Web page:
India will be introduced to the first 2D Plus film. Now audience will get the new feeling of being 'in the film' with the unique EDS technology. Anglo-American technology company Ying Group makes their debut in India with the first-of-its-kind cinematic experience and explain their relationship with the 3D film Rudramadevi: it is a '3D filmed in 3D' film, they explain
Ying's public relations exec Rosa Martinez says, "Our Ying scientists have shown us, that if you hold up two pencils in front of you, one 12 inches from your face, and the other 24 inches away, and you stare at one, you will think you are looking at three pencils. But if you look past them into the room, it'll appear as if you're holding four pencils." London-based inventor James Ashbey further adds, "These double images are with us all the time, but we have forgotten this, because we are so used to cinema, television and photographs made with one lens - with effectively one eye, when the outlines are all a single sharp edge. But this is not how human vision works; we need double images to tell us that we are looking into the real world. We need double images to tell the brain that the scene has depth. This is partially how EDS (Enhanced Depth Solutions) works. We recreate natural vision. When you put on 3D glasses like in Avatar or the new film that is coming Rudramadevi, you are not seeing reality, you are seeing a three dimensional painting which the director has painstakingly created for you. Enjoy it as you would a Rubens or a Rembrandt, or a Salvador Dali, it is a film spectacle. It is not a recreation of real life."
James, along with Miles Adams, Head of Technology at the Ying Group, has been working on a unique EDS - Enhanced Depth Solutions - technology which promises a 3D feel without the glasses. The duo and their team have used the Anglo-American technology on a special test for the film Rudhramadevi, a Telugu-Tamil-Malayalam trilingual, being produced by Guna Teamworks and is also being dubbed in Hindi. It is directed by Gunasekhar who won the National Award for Ramayanam, adjudged Best Children's Film in 1998.
Set in the 13th century, Rudhramadevi features Rana Daggubatti, Anushka Shetty, Allu Arjun, Prakash Raj and Baba Sehgal as members of the Kakatiya Dynasty. The film was initially shot entirely in full 3D. Two cameras recording every scene in stereo-vision. The Ying group wants to stress that the conversion work that it did was on the 2D trailer that Gunaworks created for Youtube and not on the 3D (stereoscopically filmed) film still in final post production. See the EDS version of the 2D trailer here with this article
Miles sighs as he recalls the action sequences in King Kong with really fast movements. "It was extremely difficult to convert them into a cognitive EDS illusion," he says. "We had to work on each frame from the two perspectives of left and right eye, and then create a combined hybrid, so that the viewer could enjoy the sequences without losing track of the action as things moved at speed. We had to create additional frames to make the film work in our conversion process. We are very pleased with the results of the extended King Kong sequence, which readers can view online with this article. Miles pauses and adds, we would like to set the record straight that Rudhramadevi is one of the most thoroughly filmed 3D films of recent years; Just like James Cameron's Avatar, it is not being converted into 3D in post-production from 2D -like many 3D films; all of the natural perspectives were captured on set by the two cameras -this is painstaking work, and audiences will feel the difference on the screen. We approach such attention to detail when we create new frames in order to realize added depth. So we were proud to be involved with the film. But we worked on a 2D trailer, and not on the major 3D film going into 3D cinemas.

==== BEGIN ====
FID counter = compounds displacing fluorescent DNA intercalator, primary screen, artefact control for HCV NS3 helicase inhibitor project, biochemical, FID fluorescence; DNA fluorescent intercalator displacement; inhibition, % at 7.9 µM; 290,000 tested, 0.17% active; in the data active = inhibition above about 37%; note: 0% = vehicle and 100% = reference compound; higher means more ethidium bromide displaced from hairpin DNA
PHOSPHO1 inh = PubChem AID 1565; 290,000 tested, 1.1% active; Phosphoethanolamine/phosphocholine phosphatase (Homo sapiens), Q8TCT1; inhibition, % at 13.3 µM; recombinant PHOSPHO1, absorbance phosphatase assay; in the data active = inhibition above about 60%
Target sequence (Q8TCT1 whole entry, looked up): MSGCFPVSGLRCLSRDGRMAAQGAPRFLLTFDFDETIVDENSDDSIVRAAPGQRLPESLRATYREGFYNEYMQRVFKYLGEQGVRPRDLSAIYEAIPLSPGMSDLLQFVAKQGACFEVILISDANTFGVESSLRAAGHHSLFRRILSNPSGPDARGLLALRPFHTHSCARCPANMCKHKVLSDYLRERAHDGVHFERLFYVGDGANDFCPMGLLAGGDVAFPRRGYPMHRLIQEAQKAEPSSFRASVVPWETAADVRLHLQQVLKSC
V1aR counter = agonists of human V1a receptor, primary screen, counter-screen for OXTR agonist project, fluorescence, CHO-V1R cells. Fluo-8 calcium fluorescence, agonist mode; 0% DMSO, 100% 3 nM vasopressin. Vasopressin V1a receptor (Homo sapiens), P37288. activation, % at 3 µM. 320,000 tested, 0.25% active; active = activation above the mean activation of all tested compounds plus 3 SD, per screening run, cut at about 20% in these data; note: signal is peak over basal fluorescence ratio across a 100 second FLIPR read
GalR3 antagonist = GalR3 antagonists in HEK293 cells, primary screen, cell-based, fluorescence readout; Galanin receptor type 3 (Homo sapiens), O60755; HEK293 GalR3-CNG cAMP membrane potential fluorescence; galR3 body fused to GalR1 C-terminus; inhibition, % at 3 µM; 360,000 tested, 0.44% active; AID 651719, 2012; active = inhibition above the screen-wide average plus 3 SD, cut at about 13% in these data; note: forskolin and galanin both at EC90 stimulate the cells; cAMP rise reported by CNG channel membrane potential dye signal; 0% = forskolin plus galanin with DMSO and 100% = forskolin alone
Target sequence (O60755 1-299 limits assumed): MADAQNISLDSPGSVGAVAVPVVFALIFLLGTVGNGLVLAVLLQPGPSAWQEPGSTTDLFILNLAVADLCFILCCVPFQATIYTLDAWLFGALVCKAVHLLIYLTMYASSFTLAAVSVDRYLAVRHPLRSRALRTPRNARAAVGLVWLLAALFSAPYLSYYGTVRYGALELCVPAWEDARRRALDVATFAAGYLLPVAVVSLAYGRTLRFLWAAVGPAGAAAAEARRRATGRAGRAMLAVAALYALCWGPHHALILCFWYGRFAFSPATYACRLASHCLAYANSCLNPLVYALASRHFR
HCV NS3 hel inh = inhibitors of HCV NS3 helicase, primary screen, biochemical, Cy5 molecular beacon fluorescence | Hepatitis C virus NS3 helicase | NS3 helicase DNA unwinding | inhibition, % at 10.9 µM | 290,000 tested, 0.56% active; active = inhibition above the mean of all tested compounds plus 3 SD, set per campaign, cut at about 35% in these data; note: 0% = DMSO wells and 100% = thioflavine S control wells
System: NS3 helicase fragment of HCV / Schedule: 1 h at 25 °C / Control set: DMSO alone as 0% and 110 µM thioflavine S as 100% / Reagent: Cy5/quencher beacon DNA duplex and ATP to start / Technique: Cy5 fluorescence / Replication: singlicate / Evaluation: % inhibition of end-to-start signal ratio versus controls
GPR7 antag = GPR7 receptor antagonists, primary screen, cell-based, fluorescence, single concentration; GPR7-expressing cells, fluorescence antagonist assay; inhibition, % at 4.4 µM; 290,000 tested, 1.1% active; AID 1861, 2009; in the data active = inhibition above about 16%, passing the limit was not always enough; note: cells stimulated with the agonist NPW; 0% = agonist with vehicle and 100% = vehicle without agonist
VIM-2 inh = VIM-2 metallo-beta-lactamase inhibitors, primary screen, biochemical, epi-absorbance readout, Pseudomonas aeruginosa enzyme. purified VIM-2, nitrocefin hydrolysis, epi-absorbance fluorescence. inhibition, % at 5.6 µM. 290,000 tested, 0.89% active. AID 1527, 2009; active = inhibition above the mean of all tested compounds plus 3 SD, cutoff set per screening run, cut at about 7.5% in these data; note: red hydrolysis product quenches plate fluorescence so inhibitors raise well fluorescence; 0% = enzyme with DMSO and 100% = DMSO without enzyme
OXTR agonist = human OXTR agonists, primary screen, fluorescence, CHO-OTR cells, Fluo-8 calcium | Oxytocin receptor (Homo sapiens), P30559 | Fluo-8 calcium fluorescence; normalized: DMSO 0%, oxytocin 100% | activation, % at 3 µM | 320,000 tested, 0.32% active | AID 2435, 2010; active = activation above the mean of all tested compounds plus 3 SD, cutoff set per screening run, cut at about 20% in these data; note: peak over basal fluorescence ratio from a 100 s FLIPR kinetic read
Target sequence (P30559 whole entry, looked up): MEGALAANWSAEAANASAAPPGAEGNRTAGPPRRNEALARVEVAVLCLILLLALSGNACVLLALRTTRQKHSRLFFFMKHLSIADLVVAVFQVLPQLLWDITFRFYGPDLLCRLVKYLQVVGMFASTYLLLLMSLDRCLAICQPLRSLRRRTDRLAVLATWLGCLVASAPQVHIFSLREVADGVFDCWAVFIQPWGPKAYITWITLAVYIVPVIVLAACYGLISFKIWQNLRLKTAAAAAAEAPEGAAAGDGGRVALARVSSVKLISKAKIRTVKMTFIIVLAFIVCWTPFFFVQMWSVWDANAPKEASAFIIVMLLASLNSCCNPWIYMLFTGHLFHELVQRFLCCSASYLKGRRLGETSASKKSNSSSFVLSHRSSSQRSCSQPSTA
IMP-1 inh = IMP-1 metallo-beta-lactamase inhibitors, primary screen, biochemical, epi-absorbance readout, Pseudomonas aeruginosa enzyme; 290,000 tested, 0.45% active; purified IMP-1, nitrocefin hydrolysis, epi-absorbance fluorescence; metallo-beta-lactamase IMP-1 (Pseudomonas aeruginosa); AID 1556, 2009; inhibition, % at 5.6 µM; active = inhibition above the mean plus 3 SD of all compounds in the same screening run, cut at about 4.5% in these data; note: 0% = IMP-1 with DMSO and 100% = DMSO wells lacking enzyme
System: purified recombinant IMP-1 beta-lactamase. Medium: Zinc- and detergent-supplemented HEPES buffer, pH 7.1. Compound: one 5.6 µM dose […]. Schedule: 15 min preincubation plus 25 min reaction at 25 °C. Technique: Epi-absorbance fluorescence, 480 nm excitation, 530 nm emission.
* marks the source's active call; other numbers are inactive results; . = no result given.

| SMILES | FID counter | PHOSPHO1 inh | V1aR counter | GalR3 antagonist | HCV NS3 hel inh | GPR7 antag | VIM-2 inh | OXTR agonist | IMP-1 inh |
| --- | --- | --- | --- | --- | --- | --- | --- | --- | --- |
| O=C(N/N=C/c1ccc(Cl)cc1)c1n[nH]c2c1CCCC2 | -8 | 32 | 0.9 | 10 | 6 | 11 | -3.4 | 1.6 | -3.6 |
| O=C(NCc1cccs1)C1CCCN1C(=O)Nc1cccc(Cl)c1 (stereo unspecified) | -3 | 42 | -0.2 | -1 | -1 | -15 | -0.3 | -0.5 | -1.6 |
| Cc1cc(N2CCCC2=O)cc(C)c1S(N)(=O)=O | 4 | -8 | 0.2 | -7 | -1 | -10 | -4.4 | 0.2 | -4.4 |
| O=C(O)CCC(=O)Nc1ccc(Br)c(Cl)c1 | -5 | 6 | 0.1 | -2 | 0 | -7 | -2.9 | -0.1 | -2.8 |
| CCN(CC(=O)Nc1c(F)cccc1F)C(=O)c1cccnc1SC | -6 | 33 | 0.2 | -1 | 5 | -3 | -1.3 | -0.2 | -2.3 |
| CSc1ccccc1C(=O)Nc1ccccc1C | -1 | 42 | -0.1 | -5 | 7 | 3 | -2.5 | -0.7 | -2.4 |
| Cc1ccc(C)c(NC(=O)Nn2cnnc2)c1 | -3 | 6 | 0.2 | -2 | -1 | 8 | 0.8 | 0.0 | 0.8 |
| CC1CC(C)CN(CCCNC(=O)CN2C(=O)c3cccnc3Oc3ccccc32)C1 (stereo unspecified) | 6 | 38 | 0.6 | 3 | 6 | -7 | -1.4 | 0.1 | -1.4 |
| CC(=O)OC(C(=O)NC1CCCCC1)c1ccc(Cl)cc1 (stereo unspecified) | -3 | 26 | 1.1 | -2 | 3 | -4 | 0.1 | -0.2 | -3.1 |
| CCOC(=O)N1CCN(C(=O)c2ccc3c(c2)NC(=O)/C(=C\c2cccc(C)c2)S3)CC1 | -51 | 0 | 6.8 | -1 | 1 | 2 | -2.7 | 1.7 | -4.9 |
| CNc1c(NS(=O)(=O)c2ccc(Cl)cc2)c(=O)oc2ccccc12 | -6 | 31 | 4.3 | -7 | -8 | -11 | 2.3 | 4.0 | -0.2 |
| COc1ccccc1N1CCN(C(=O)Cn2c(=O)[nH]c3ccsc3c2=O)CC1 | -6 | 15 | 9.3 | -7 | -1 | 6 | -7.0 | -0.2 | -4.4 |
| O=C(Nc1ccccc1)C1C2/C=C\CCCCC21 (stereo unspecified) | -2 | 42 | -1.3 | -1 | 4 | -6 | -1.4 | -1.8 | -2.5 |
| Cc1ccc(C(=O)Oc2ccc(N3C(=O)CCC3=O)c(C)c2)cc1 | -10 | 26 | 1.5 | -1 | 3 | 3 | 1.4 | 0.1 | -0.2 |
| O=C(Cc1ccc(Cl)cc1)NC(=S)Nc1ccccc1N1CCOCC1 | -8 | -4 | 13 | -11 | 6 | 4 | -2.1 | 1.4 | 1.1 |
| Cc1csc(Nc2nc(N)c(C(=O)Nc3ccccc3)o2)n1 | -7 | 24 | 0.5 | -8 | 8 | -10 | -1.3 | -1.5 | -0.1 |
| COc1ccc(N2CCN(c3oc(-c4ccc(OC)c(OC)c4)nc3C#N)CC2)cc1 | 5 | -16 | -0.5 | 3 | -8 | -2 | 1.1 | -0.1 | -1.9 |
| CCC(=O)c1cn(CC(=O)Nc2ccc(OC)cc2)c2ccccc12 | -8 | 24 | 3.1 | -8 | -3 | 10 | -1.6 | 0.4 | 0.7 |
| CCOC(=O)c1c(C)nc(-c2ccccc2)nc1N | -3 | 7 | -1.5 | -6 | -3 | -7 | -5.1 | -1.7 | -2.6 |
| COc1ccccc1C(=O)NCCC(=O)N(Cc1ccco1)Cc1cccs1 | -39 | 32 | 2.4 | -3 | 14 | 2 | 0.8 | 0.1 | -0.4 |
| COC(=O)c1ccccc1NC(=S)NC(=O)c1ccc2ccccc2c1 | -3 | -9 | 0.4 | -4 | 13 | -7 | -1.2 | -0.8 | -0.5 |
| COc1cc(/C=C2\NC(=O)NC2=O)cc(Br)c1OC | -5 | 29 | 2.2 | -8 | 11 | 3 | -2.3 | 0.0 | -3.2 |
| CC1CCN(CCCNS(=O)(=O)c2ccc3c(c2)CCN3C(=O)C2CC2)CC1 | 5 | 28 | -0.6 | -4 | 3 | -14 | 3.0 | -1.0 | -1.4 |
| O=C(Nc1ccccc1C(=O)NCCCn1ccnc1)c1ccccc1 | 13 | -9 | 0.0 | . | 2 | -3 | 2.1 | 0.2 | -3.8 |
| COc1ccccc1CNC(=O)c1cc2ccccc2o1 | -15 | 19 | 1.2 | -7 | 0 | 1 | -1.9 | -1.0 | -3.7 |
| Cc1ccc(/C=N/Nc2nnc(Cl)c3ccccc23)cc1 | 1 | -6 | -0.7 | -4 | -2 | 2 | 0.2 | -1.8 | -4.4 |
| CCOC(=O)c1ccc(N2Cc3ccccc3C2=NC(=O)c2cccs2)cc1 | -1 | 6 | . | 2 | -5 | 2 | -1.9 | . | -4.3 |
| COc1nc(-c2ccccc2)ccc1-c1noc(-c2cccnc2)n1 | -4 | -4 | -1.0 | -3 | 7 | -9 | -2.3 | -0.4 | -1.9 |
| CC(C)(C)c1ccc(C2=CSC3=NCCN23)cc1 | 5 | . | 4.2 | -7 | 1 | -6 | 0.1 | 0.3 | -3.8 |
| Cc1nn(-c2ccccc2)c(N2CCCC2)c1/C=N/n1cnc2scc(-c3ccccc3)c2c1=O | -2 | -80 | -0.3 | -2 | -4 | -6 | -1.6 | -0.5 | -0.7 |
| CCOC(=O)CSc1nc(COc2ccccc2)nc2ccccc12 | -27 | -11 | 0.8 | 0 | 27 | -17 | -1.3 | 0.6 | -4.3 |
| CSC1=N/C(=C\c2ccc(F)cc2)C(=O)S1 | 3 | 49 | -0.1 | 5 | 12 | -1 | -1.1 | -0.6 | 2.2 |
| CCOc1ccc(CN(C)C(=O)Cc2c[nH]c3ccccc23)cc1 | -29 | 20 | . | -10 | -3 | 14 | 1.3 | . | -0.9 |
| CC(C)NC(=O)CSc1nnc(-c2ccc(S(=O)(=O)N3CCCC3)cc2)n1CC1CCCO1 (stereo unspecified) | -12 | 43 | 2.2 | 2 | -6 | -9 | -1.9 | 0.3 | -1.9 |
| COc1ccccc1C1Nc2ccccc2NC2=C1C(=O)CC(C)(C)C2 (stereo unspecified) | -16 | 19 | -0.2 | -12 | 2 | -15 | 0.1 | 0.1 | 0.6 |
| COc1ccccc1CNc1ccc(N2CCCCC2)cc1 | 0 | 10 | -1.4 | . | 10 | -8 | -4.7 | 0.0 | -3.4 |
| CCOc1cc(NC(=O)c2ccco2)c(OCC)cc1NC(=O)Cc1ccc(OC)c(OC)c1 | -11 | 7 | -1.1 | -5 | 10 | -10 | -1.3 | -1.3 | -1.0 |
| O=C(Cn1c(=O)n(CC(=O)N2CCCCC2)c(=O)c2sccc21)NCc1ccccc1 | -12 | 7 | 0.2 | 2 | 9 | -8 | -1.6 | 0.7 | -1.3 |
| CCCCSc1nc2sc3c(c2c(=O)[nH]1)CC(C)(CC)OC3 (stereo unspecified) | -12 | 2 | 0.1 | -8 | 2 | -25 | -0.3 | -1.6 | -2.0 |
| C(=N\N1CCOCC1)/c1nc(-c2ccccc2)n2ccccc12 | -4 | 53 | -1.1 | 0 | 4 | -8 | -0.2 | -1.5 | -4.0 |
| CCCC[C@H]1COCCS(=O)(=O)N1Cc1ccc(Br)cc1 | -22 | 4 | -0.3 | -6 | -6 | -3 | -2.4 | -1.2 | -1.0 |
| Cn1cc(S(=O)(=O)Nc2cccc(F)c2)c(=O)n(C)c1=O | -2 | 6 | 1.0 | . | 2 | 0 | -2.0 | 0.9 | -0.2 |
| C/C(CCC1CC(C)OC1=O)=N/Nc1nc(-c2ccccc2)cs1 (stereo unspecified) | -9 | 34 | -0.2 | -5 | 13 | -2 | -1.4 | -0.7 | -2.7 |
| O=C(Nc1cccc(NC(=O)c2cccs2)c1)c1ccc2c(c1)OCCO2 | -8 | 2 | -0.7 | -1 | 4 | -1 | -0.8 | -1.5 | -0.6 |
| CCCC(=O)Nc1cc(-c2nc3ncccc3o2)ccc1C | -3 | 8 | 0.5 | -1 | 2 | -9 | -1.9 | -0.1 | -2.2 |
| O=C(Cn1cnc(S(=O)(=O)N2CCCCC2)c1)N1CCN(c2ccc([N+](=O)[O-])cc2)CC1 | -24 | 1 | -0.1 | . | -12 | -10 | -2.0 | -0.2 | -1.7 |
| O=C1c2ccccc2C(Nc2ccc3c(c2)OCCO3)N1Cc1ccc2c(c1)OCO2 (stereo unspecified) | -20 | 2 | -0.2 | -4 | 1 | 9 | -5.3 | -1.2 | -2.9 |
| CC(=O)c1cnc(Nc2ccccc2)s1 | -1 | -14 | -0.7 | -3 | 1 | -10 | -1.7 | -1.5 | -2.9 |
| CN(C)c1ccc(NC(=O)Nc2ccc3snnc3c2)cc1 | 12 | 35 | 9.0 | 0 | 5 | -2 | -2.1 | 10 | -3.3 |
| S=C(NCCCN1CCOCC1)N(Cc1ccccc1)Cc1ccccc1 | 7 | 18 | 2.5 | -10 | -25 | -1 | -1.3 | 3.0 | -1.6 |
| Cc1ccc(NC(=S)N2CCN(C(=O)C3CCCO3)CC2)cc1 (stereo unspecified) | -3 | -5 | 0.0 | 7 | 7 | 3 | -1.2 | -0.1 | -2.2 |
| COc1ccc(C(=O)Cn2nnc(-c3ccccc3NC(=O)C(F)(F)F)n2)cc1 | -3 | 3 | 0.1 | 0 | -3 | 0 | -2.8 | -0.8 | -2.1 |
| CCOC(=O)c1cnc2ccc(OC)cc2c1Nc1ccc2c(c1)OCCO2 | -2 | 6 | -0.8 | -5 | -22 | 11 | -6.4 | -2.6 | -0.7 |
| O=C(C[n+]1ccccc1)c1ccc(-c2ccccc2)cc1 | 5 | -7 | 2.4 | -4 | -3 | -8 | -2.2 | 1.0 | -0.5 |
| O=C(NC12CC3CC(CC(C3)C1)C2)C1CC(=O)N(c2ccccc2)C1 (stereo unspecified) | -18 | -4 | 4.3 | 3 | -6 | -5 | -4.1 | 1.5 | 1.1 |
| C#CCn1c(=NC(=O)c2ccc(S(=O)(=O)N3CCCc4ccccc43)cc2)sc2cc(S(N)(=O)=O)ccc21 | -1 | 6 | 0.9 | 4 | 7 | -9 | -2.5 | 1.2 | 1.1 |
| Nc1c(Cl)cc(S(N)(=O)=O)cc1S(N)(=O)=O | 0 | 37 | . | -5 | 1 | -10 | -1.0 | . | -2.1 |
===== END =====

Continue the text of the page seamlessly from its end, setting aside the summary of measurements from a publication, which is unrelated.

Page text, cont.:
In developing our technology, we not only write the code, but we also design and build our own hardware, this gives us an advantage. If the hardware doesn't quite do what we need, we build something that does. James combines digital design with cognitive psychology, so we have a lot of in-house know how. Miles had to develop some specific algorithms for effects like blurring the background, effective conversion from 2D and introduce the non-detectable illusion at the below visible level in every scene. "It was an intensive process which takes time," he says. But will EDS give the same feel as 3D? "The quality is the same but EDS does not have the sharp edges that you see in 3D or HD -volume and depth are rounded, not sharp edged. EDS has been called 3D lite, or 2D plus, we are not sure whether it will be as emphatic as full on with glasses 3D, so we will be in the audience when the first film is in the theatres, and we will know when they are cheering, because we will be there. But people can judge for themselves what it looks like here on the small screen of their computers right here. We think that EDS is more lifelike," informs James. And that it is going to be a stunning ride in the hands of directors like Peter Jackson, James Cameron, Steven Spielberg and one day perhaps Maestro Guna Sekhar himself.
Watch the demo here:
Disclaimer of copyright: the content presented in this article has been partially altered and the soundtrack omitted in part, and attenuated as part of the original copyright protection. All rights are retained by the original content owners, and these sequences are presented in a news environment in the description of the first new global cinematic and broadcasting technology in over 50 years, now being beta-tested in the India media market.